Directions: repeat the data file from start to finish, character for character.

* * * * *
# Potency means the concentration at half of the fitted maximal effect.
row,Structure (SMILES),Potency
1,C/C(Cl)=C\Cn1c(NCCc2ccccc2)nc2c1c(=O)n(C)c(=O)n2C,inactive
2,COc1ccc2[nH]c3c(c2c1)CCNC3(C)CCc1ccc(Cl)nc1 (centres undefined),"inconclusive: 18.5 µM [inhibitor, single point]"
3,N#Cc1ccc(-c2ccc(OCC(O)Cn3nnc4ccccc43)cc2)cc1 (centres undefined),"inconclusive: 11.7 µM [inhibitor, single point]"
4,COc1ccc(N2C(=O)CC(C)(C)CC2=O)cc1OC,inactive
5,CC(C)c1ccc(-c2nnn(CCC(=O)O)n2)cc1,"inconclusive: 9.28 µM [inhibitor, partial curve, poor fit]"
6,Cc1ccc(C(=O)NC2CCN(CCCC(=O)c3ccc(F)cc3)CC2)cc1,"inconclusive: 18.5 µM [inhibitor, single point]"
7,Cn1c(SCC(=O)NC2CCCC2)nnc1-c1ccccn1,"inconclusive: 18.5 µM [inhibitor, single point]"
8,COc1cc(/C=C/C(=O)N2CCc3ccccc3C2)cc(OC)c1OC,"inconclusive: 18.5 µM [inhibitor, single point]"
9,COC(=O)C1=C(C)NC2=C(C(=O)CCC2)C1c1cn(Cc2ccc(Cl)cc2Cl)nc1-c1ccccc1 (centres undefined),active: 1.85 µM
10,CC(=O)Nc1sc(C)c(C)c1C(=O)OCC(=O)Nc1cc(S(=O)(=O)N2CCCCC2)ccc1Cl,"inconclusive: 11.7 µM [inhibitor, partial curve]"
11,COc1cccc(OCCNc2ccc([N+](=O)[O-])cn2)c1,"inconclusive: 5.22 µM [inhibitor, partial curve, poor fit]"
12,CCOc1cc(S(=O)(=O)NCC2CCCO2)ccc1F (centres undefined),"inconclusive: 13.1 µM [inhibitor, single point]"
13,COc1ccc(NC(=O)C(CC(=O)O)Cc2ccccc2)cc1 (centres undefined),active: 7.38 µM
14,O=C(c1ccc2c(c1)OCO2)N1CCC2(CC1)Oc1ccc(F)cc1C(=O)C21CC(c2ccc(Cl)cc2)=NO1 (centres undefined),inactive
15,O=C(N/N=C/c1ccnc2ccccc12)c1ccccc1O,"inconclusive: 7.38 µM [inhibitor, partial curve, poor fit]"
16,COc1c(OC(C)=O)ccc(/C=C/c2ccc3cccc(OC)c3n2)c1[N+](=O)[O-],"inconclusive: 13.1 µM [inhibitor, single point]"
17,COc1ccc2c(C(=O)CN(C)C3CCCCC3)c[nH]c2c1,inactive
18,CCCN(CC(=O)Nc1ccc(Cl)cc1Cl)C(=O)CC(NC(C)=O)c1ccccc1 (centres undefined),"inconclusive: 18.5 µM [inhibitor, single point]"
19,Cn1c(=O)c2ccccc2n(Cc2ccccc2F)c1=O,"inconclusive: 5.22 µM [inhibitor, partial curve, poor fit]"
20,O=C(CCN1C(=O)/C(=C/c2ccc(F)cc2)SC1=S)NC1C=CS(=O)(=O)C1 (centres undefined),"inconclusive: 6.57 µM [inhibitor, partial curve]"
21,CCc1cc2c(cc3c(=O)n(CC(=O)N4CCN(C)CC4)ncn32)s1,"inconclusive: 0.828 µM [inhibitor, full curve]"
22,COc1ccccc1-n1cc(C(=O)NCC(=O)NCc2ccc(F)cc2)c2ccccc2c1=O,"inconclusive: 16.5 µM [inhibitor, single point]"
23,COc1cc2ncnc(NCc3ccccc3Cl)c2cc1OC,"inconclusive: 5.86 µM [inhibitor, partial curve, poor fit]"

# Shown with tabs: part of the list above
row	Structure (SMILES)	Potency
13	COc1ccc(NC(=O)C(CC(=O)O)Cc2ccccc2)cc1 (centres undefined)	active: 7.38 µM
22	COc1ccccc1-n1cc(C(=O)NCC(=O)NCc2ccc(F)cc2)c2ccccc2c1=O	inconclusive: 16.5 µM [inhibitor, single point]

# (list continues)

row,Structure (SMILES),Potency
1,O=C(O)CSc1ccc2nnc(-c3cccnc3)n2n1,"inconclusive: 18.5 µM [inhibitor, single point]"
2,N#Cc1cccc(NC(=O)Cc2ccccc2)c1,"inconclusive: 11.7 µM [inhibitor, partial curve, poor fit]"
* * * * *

# Potency means the concentration at half of the fitted maximal effect.
row,Structure (SMILES),Potency
1,C/C(Cl)=C\Cn1c(NCCc2ccccc2)nc2c1c(=O)n(C)c(=O)n2C,inactive
2,COc1ccc2[nH]c3c(c2c1)CCNC3(C)CCc1ccc(Cl)nc1 (centres undefined),"inconclusive: 18.5 µM [inhibitor, single point]"
3,N#Cc1ccc(-c2ccc(OCC(O)Cn3nnc4ccccc43)cc2)cc1 (centres undefined),"inconclusive: 11.7 µM [inhibitor, single point]"
4,COc1ccc(N2C(=O)CC(C)(C)CC2=O)cc1OC,inactive
5,CC(C)c1ccc(-c2nnn(CCC(=O)O)n2)cc1,"inconclusive: 9.28 µM [inhibitor, partial curve, poor fit]"
6,Cc1ccc(C(=O)NC2CCN(CCCC(=O)c3ccc(F)cc3)CC2)cc1,"inconclusive: 18.5 µM [inhibitor, single point]"
7,Cn1c(SCC(=O)NC2CCCC2)nnc1-c1ccccn1,"inconclusive: 18.5 µM [inhibitor, single point]"
8,COc1cc(/C=C/C(=O)N2CCc3ccccc3C2)cc(OC)c1OC,"inconclusive: 18.5 µM [inhibitor, single point]"
9,COC(=O)C1=C(C)NC2=C(C(=O)CCC2)C1c1cn(Cc2ccc(Cl)cc2Cl)nc1-c1ccccc1 (centres undefined),active: 1.85 µM
10,CC(=O)Nc1sc(C)c(C)c1C(=O)OCC(=O)Nc1cc(S(=O)(=O)N2CCCCC2)ccc1Cl,"inconclusive: 11.7 µM [inhibitor, partial curve]"
11,COc1cccc(OCCNc2ccc([N+](=O)[O-])cn2)c1,"inconclusive: 5.22 µM [inhibitor, partial curve, poor fit]"
12,CCOc1cc(S(=O)(=O)NCC2CCCO2)ccc1F (centres undefined),"inconclusive: 13.1 µM [inhibitor, single point]"
13,COc1ccc(NC(=O)C(CC(=O)O)Cc2ccccc2)cc1 (centres undefined),active: 7.38 µM
14,O=C(c1ccc2c(c1)OCO2)N1CCC2(CC1)Oc1ccc(F)cc1C(=O)C21CC(c2ccc(Cl)cc2)=NO1 (centres undefined),inactive
15,O=C(N/N=C/c1ccnc2ccccc12)c1ccccc1O,"inconclusive: 7.38 µM [inhibitor, partial curve, poor fit]"
16,COc1c(OC(C)=O)ccc(/C=C/c2ccc3cccc(OC)c3n2)c1[N+](=O)[O-],"inconclusive: 13.1 µM [inhibitor, single point]"
17,COc1ccc2c(C(=O)CN(C)C3CCCCC3)c[nH]c2c1,inactive
18,CCCN(CC(=O)Nc1ccc(Cl)cc1Cl)C(=O)CC(NC(C)=O)c1ccccc1 (centres undefined),"inconclusive: 18.5 µM [inhibitor, single point]"
19,Cn1c(=O)c2ccccc2n(Cc2ccccc2F)c1=O,"inconclusive: 5.22 µM [inhibitor, partial curve, poor fit]"
20,O=C(CCN1C(=O)/C(=C/c2ccc(F)cc2)SC1=S)NC1C=CS(=O)(=O)C1 (centres undefined),"inconclusive: 6.57 µM [inhibitor, partial curve]"
21,CCc1cc2c(cc3c(=O)n(CC(=O)N4CCN(C)CC4)ncn32)s1,"inconclusive: 0.828 µM [inhibitor, full curve]"
22,COc1ccccc1-n1cc(C(=O)NCC(=O)NCc2ccc(F)cc2)c2ccccc2c1=O,"inconclusive: 16.5 µM [inhibitor, single point]"
23,COc1cc2ncnc(NCc3ccccc3Cl)c2cc1OC,"inconclusive: 5.86 µM [inhibitor, partial curve, poor fit]"

# Shown with tabs: part of the list above
row	Structure (SMILES)	Potency
13	COc1ccc(NC(=O)C(CC(=O)O)Cc2ccccc2)cc1 (centres undefined)	active: 7.38 µM
22	COc1ccccc1-n1cc(C(=O)NCC(=O)NCc2ccc(F)cc2)c2ccccc2c1=O	inconclusive: 16.5 µM [inhibitor, single point]

# (list continues)

row,Structure (SMILES),Potency
1,O=C(O)CSc1ccc2nnc(-c3cccnc3)n2n1,"inconclusive: 18.5 µM [inhibitor, single point]"
2,N#Cc1cccc(NC(=O)Cc2ccccc2)c1,"inconclusive: 11.7 µM [inhibitor, partial curve, poor fit]"